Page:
9. Check for blown fuses & relays. A main fuse box is usually under the seat or side panel so get in there and visually check the fuses have complete circuit/wire joining the two metal blades/connector points. Hold them up to the light and you should be able to see if there is a break. If you are unsure then replace the fuse with the correct amperage new fuse. Some spares are usually in the fuse box. We recommend buying yourself a full set or two of fuses to have on hand as it is a common issue in bikes and vehicles in general.
If fuses continue to blow after you replace them, you likely have a more serious electrical issue somewhere in the bike’s wiring = time to call your mechanic or auto electrician.
Relays will make a clicking noise if they are working (though not always). For example with the ignition on place your finger on a fuel pump relay when flicking on the kill switch. If you don’t feel and hear a ‘click’ then it probably has failed or has a loose connection. Remove it then push back in and test again to rule out a loose connection.
Up to this point there have been several easy checks, but now it get’s a bit trickier…
10. Check the Spark Plugs. First check the leads are on the top of the plug firmly. If you jiggle the cap gently and it pops off then that could be your problem – a loose connection. If they seem good then next step in this area is to remove a spark plug and check if it’s wet. If it is then wipe it dry with a clean lint free rag, and replace it tightening firmly but not over tight to see if the bike will start. With many bikes this could be a tricky or time consuming job and you may need to remove the fuel tank. This may be the time to take it in to your bike mechanic but hopefully not.
11. Figure out if the Fuel Control Valve/Petcock is gummed up or clogged. The petcock is a fuel control valve that controls fuel delivery i.e Off-On-Reserve. Dirt accumulation or even a rusty inner tank or old rubber fuel lines can clog the petcock.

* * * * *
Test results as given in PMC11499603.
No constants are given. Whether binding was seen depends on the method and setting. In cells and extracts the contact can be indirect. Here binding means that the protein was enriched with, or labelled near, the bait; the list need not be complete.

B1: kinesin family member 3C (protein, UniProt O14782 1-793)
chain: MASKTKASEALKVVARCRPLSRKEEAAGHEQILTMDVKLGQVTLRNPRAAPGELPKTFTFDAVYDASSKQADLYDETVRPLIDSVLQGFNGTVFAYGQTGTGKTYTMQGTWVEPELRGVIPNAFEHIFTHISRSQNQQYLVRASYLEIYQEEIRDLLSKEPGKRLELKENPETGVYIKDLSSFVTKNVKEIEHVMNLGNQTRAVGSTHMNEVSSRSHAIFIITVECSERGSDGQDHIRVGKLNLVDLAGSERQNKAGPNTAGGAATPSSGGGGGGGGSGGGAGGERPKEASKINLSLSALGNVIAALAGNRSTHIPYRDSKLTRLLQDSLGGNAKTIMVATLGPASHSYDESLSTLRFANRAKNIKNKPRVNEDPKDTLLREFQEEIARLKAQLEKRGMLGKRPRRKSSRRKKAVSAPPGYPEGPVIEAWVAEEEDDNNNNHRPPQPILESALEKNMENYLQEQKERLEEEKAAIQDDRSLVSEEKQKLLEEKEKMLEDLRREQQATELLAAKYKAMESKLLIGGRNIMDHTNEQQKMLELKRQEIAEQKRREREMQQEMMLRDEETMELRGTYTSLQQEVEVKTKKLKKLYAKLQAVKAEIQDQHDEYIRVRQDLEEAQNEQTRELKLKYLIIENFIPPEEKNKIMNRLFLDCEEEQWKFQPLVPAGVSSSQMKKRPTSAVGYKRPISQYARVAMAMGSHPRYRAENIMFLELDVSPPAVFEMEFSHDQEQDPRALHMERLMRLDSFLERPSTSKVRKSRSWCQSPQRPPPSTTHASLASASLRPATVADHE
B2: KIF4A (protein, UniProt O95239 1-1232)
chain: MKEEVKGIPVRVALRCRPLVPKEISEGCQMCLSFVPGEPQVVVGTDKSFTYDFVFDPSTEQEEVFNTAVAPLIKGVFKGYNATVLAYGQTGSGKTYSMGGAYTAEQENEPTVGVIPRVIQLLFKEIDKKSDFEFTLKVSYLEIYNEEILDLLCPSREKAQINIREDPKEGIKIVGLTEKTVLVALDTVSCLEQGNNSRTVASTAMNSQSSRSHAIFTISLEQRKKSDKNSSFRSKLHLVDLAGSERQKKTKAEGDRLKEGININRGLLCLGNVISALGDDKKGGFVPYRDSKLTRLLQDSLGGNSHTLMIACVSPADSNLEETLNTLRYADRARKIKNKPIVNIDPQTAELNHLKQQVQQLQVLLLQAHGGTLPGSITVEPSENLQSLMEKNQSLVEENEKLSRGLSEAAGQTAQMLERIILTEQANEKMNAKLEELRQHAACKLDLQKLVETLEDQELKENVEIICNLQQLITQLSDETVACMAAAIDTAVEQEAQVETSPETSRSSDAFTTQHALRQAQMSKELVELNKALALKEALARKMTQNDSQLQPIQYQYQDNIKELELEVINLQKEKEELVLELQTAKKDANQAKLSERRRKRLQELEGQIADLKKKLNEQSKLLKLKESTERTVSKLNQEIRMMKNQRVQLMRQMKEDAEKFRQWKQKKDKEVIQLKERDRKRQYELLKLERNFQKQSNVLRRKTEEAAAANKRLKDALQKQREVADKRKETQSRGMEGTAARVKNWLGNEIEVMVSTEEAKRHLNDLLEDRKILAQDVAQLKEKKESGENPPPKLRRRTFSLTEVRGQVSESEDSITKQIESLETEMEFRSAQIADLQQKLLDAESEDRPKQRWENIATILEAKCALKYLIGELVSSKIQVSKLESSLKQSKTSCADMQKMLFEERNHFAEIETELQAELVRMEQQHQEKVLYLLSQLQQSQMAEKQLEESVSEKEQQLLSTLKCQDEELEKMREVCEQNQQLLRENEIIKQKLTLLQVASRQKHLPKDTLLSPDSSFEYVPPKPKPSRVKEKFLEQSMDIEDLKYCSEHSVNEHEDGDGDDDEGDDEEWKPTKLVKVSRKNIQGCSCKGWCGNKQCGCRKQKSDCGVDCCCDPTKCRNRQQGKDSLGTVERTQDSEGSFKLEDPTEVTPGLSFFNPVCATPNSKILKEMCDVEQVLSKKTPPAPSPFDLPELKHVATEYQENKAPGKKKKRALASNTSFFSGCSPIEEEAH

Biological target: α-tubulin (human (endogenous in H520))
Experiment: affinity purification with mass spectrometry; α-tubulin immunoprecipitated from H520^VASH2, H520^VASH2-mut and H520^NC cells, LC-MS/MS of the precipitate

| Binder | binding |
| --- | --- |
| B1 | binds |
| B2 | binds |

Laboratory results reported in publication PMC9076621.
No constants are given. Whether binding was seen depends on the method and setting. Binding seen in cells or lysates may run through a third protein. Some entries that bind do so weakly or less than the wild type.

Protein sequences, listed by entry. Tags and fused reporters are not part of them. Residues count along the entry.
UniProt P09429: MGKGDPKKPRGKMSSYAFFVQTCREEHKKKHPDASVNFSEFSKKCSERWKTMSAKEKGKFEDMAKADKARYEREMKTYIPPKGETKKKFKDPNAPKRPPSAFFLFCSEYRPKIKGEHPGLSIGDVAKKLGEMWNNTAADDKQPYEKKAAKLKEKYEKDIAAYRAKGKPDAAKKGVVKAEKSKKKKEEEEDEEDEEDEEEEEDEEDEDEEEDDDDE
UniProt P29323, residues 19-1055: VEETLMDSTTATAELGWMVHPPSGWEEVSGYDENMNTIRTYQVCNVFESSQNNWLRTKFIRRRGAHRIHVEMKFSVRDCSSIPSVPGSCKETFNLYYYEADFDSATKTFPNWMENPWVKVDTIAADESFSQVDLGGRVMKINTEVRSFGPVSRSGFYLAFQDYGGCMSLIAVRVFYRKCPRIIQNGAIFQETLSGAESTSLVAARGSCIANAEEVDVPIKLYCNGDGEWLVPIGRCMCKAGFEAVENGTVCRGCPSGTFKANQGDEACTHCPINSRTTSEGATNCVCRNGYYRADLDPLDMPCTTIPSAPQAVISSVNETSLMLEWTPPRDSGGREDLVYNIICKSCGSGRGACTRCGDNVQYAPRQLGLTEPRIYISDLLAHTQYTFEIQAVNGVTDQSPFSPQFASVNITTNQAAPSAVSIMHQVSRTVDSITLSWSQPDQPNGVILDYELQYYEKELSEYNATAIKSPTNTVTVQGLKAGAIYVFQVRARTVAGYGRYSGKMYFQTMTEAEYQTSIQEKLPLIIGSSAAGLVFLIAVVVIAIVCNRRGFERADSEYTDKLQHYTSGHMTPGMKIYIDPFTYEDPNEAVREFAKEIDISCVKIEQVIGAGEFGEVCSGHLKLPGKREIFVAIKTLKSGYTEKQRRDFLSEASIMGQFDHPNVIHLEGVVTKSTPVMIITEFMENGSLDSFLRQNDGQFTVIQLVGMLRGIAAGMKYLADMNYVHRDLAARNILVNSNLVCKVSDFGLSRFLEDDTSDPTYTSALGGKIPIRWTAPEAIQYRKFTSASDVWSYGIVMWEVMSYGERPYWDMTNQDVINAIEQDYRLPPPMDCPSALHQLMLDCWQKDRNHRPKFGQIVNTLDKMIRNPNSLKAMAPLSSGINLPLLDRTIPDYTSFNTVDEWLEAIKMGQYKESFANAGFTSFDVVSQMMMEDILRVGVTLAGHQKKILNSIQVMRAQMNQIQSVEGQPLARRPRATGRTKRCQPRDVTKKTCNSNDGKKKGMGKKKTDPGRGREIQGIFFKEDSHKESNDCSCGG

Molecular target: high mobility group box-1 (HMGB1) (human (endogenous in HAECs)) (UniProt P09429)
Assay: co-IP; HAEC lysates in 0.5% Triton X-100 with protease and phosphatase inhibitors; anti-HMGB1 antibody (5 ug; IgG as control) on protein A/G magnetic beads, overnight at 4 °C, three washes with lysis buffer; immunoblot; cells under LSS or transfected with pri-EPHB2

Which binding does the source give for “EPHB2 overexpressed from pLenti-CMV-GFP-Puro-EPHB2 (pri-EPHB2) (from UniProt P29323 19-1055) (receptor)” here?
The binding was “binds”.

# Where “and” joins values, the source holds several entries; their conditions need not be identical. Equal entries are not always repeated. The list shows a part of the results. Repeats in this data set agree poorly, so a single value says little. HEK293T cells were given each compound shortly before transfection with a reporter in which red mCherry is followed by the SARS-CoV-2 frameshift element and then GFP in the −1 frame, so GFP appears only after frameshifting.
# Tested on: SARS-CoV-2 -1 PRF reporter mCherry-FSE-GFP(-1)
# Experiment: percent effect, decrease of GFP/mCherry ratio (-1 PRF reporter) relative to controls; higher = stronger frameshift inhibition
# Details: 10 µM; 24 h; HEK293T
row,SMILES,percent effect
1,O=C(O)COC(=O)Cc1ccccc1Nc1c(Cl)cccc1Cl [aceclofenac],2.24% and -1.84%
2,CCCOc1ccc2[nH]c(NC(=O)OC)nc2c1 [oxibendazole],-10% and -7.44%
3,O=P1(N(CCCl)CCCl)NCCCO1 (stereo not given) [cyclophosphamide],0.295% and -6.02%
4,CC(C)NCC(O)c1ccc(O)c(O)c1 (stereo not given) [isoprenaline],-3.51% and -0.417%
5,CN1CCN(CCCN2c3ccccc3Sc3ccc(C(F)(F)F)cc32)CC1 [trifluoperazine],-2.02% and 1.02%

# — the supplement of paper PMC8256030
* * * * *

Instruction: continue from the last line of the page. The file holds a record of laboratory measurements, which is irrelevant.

Also ask yourself “how long has this fuel been in there?”. Reason being is that modern unleaded fuels have a much shorter ‘use by’ date and can gum up fuel lines, fuel screens, injectors, and carburettors within a handful of months of not riding.
12. Have you serviced the bike or cleaned it since your last ride? You may have serviced your bike and forgotten to put on an electrical connector or battery leads. Or washed your bike with a pressure washer that has blown off a lead or got water under the seat that has in turn blown a fuse – maybe?
Common issues are also people using a vinyl bike cover. Cheap ones are terrible as they do not breathe and trap salty air. With a bike under there for weeks or months the electrical systems and wiring can corrode. Switches and electrical connections corroding is a very common issue.
What Not to Do When Your Motorcycle Won’t Start
> Don’t jump the battery with a car. In many cases, jump-starting the battery on your bike might not be a smart way to go. If your motorcycle has an ECU you could end up frying it by spiking the voltage through a jump start.
Do not jump start your bike with a car as the amps from a vehicle will most likely fry your ECU and blow fuses etc. Even melt your wiring which will turn in to a big auto electrician job = costly!
> Don’t buy cheap replacement engine or electrical parts. If you run through every basic troubleshooting step and still can’t get your bike to start, you probably need a mechanic to get you back on the road again.
> Don’t void your warranty. Ensure you are not voiding the warranty by doing mechanical repairs yourself – if you are not a qualified mechanic think twice when tackling ‘mechanic’ work.
In summary, our advice is to keep a cool head and systematically go through this list from the start as many issues are a simple at home fix. If in doubt check if you have roadside assistance and organise your bike to be picked up and dropped off to your local motorcycle mechanic. Or check if they do a bike pick up service.
If you are reading this because you need help and you are local to Salt Creek Motorcycles call us or book in a service here.